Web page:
• Bad Strategy Kills, but So Also Do Bad Policy and Tactics.  This resonates with any veteran of OIF, and brings to mind Tom Rick’s brutal assessment of the campaign plan for Iraq as “perhaps the worst war plan in American history.  It was a campaign for a few battles, not a plan to prevail and secure victory.”  A decade later, Rick’s quip still smarts, but after $1.2 trillion, it is hard to evade reality anymore.
  • There is More to War than Firepower.  This strikes at the heart of a culture too caught up in technology that views warfare strictly as bombing an enemy target, rather than as a challenge that requires the design of military operations and supporting actions to achieve a desire political end state.  Fred Kagan’s Finding the Target brilliantly sums up the problem afflicting America’s conduct of war.  If you want to know what is wrong with the American Way of War, read Dr. Kagan’s book.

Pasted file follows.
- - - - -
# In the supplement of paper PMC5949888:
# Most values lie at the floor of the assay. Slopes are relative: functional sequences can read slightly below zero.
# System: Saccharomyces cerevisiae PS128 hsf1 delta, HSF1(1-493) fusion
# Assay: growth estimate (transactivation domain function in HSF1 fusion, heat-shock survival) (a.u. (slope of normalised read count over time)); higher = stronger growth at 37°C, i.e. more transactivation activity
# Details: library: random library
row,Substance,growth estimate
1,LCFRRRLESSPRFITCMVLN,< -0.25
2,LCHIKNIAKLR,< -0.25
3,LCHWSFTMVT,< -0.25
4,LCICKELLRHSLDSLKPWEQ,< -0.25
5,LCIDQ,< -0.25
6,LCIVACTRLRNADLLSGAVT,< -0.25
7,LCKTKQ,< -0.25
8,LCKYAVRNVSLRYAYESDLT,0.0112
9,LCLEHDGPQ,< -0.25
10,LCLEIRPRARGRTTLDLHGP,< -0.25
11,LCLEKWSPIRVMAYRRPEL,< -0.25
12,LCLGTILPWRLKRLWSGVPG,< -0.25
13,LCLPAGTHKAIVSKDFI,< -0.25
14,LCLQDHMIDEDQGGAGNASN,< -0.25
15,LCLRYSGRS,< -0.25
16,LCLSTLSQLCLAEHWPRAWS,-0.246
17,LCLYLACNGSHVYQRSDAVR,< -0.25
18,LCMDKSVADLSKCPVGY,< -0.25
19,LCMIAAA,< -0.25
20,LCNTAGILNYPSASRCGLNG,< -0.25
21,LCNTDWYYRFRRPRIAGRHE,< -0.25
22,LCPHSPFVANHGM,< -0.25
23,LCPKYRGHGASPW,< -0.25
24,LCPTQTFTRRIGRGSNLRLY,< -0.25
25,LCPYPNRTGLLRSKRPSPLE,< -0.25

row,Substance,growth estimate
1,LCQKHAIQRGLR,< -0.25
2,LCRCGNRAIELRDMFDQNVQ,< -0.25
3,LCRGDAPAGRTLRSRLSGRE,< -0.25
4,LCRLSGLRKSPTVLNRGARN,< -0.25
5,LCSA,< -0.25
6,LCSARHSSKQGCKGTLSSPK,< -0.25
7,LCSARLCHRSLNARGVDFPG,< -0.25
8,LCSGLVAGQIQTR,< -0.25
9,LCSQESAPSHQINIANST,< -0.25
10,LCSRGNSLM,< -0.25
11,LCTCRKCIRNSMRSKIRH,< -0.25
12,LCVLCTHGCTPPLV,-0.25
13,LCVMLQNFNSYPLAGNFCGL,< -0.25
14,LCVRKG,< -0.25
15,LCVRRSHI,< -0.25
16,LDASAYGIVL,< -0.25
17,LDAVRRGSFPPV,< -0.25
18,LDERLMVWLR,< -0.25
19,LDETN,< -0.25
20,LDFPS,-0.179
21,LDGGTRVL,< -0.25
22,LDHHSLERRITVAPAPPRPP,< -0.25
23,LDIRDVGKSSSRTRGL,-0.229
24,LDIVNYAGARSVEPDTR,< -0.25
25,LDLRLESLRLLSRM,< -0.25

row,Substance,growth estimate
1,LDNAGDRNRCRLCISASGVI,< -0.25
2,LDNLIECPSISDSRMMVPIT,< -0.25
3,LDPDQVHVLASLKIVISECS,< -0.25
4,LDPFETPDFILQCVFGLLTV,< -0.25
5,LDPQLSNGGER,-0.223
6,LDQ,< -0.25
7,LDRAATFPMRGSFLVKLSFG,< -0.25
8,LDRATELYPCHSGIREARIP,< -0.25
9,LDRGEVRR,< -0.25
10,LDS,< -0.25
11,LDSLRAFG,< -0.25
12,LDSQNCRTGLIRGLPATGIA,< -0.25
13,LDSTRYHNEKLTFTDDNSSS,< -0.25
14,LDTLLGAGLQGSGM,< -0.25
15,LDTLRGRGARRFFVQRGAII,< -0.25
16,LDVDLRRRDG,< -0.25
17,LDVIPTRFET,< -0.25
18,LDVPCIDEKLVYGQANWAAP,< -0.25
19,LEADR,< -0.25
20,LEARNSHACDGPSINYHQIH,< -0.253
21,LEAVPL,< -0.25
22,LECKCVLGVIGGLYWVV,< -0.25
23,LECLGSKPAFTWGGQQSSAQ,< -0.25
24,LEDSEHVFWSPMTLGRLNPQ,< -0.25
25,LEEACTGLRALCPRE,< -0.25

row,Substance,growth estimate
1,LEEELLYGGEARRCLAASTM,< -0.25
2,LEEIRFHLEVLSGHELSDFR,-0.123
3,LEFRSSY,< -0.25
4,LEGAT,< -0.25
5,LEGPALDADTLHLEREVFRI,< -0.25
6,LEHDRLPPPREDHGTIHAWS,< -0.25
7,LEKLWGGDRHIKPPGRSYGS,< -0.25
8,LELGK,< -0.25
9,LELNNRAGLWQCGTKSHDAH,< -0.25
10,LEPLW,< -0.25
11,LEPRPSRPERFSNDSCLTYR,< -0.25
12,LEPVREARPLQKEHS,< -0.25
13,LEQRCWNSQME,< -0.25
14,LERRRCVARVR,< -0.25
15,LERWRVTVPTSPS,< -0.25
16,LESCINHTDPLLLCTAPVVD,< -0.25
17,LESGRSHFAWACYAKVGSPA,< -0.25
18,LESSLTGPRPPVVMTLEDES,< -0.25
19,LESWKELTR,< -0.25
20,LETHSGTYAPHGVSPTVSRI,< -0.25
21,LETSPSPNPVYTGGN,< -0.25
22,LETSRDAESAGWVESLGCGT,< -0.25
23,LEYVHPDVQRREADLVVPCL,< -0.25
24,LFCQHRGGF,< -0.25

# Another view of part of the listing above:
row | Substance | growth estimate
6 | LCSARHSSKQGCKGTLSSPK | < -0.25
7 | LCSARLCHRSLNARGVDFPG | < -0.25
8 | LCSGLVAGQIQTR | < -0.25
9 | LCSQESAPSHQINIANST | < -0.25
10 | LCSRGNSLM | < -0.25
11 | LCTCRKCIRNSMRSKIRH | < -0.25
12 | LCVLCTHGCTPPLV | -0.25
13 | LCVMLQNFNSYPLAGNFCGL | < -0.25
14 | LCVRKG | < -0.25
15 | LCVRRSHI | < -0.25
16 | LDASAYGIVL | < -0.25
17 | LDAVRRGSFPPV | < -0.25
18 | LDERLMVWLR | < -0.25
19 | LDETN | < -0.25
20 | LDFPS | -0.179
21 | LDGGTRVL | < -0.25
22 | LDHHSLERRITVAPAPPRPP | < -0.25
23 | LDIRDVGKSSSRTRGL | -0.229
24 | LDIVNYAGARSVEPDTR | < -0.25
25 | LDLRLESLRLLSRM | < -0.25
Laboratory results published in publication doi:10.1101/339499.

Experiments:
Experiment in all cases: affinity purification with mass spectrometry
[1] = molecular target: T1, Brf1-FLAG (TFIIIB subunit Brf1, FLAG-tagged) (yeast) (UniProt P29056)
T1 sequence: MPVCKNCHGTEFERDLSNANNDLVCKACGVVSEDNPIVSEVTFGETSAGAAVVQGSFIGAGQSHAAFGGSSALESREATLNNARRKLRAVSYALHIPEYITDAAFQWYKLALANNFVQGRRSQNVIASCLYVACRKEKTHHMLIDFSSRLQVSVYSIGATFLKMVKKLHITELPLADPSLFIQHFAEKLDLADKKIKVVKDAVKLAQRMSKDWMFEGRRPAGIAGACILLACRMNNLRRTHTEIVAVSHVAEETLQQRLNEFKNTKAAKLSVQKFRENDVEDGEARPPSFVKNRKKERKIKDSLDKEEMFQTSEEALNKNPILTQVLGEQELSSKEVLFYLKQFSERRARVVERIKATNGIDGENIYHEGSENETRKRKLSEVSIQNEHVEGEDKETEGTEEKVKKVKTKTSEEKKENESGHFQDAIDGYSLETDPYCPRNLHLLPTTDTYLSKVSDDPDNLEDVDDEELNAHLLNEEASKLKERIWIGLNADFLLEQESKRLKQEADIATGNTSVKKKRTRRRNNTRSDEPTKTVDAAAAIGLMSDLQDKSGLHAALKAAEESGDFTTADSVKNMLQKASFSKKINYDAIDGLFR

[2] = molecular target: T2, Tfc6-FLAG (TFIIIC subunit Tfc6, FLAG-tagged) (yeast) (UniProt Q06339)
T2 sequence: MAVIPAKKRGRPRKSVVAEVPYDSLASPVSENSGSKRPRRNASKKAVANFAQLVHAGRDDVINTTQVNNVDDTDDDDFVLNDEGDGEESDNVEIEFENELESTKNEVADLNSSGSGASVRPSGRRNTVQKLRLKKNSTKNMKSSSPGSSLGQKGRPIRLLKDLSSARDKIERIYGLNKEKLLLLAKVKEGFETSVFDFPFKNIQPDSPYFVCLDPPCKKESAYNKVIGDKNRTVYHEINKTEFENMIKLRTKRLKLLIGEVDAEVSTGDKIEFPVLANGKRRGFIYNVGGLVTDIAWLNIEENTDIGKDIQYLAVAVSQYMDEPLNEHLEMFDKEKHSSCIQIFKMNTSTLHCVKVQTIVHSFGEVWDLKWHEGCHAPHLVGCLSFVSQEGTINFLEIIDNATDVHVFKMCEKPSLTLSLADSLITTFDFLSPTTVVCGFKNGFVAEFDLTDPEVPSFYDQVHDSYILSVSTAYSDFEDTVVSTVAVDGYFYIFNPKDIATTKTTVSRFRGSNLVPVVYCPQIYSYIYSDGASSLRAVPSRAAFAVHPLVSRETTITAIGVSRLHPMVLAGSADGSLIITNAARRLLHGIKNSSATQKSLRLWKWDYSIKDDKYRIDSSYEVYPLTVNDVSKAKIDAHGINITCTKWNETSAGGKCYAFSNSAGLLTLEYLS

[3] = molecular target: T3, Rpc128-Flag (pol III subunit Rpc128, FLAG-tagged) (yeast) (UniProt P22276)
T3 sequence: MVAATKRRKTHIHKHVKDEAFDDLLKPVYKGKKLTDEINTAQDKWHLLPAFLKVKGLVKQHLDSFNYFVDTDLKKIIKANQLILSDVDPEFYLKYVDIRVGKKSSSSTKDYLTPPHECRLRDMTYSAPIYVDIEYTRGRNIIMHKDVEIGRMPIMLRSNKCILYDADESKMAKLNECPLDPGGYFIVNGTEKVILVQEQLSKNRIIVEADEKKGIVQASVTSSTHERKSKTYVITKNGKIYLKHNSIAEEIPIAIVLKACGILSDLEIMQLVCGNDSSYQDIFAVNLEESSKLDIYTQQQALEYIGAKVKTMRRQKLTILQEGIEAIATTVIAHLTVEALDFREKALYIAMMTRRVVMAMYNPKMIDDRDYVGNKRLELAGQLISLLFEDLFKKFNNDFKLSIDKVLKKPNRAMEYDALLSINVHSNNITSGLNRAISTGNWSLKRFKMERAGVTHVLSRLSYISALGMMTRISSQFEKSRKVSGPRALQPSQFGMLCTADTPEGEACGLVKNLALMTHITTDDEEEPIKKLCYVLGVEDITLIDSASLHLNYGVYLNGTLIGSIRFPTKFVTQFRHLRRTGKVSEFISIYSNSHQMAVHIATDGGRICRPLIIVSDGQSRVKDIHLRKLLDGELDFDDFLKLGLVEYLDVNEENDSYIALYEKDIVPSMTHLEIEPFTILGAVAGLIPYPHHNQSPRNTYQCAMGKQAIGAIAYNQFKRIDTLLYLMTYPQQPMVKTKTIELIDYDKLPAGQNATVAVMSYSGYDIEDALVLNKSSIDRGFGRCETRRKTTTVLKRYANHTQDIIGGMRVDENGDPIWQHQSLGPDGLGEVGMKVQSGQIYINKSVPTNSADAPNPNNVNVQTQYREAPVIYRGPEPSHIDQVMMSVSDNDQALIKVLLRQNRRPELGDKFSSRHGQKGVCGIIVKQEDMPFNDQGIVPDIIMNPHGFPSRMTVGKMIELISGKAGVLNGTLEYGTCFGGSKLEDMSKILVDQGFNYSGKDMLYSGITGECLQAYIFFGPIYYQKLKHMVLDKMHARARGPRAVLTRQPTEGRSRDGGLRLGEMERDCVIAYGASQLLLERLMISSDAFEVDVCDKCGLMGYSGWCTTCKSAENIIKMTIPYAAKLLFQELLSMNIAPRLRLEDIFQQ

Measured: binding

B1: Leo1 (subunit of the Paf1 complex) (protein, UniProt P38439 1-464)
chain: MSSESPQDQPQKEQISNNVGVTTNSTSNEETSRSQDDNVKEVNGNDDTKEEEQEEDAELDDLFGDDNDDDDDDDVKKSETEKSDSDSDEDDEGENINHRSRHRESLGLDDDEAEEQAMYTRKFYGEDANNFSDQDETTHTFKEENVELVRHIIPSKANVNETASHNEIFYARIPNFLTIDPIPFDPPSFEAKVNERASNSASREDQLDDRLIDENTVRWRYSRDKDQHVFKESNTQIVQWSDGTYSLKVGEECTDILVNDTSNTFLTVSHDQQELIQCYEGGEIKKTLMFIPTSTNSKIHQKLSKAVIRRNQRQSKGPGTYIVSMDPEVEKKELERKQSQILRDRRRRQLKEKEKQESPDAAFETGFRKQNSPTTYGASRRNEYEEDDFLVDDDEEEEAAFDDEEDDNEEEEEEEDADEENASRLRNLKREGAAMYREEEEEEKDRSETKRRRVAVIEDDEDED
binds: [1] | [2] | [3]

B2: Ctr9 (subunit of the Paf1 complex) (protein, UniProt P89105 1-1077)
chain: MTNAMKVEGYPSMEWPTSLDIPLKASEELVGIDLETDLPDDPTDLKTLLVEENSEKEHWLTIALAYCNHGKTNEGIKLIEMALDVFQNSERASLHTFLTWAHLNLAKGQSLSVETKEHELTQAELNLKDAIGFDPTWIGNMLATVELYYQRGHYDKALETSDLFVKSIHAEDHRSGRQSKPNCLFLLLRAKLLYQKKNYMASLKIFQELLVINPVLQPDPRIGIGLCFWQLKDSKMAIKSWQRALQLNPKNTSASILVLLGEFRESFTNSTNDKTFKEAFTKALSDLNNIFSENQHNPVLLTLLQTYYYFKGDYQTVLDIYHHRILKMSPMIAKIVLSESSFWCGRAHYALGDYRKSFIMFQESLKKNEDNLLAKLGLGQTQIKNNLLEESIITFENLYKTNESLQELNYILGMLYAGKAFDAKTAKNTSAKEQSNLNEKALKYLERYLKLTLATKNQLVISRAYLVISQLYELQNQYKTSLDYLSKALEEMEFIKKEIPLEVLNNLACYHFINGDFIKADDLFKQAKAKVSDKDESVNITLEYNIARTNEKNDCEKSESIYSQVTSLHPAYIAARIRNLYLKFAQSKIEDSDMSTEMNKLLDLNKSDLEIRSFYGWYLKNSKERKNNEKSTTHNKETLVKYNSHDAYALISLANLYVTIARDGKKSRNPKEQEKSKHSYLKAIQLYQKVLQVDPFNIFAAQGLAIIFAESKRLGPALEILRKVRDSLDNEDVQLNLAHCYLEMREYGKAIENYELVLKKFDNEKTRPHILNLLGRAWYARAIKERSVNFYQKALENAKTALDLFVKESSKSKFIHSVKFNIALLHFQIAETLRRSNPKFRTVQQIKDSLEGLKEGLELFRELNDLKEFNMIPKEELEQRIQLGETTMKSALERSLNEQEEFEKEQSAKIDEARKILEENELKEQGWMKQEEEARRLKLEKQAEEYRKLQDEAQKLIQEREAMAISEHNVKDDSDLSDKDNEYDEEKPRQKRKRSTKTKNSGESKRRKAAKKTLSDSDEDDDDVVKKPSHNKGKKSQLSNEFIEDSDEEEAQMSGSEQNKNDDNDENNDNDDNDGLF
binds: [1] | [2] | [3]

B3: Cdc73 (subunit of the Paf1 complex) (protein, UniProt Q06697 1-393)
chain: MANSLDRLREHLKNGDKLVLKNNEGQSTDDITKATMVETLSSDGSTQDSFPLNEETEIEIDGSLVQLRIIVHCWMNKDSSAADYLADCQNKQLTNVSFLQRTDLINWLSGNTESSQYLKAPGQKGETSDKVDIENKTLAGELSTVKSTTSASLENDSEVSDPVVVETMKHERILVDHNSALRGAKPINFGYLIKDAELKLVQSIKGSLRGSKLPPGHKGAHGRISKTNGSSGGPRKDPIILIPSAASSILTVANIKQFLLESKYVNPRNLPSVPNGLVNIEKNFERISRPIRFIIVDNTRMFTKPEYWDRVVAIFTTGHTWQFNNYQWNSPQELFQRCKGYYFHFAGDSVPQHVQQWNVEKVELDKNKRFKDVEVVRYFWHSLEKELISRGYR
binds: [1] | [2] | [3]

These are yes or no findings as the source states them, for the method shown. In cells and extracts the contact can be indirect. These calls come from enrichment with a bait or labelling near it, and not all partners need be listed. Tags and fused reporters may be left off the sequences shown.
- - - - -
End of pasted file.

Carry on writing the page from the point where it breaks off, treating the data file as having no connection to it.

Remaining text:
• The Future is Not Foreseeable.  Nothing dates so rapidly as today’s tomorrow.   This maxim supports another similar jibe at technophiles and purveyors of military dilettantism—“The Strategic Concept du jour will be tomorrow’s stale left over until it is rediscovered, recycled and revealed as a New Truth.”  The purveyors of the Air Sea Battle concept might want to look at this.

In the afterward, Gray implies that he was motivated to write this book by De Saxe who penned a book of maxims to “amuse and instruct.”  Like De Saxe, Gray may have written Fighting Talk to amuse himself, but I think any reader will certainly feel instructed by this small jewel.  Fighting Talk is extremely educational, frequently witty, and profoundly practical.  Although this volume is appropriate for general readers, aspirants to public office in the upcoming election may also want to closely scour the book.  But beware: Professor Gray has little patience for political correctness or fuzzy thinking from policy theorists who are not grounded in a realistic appreciation of geopolitics and the immutable nature of human conflict.  Add this book to your professional library if you are interested in realism and uncorking the wisdom of the ages.


Frank Hoffman is a Contributing Editor at War on the Rocks. He is a retired Marine infantryman, Washington-based national security analyst and a Ph.D. student at Kings College London.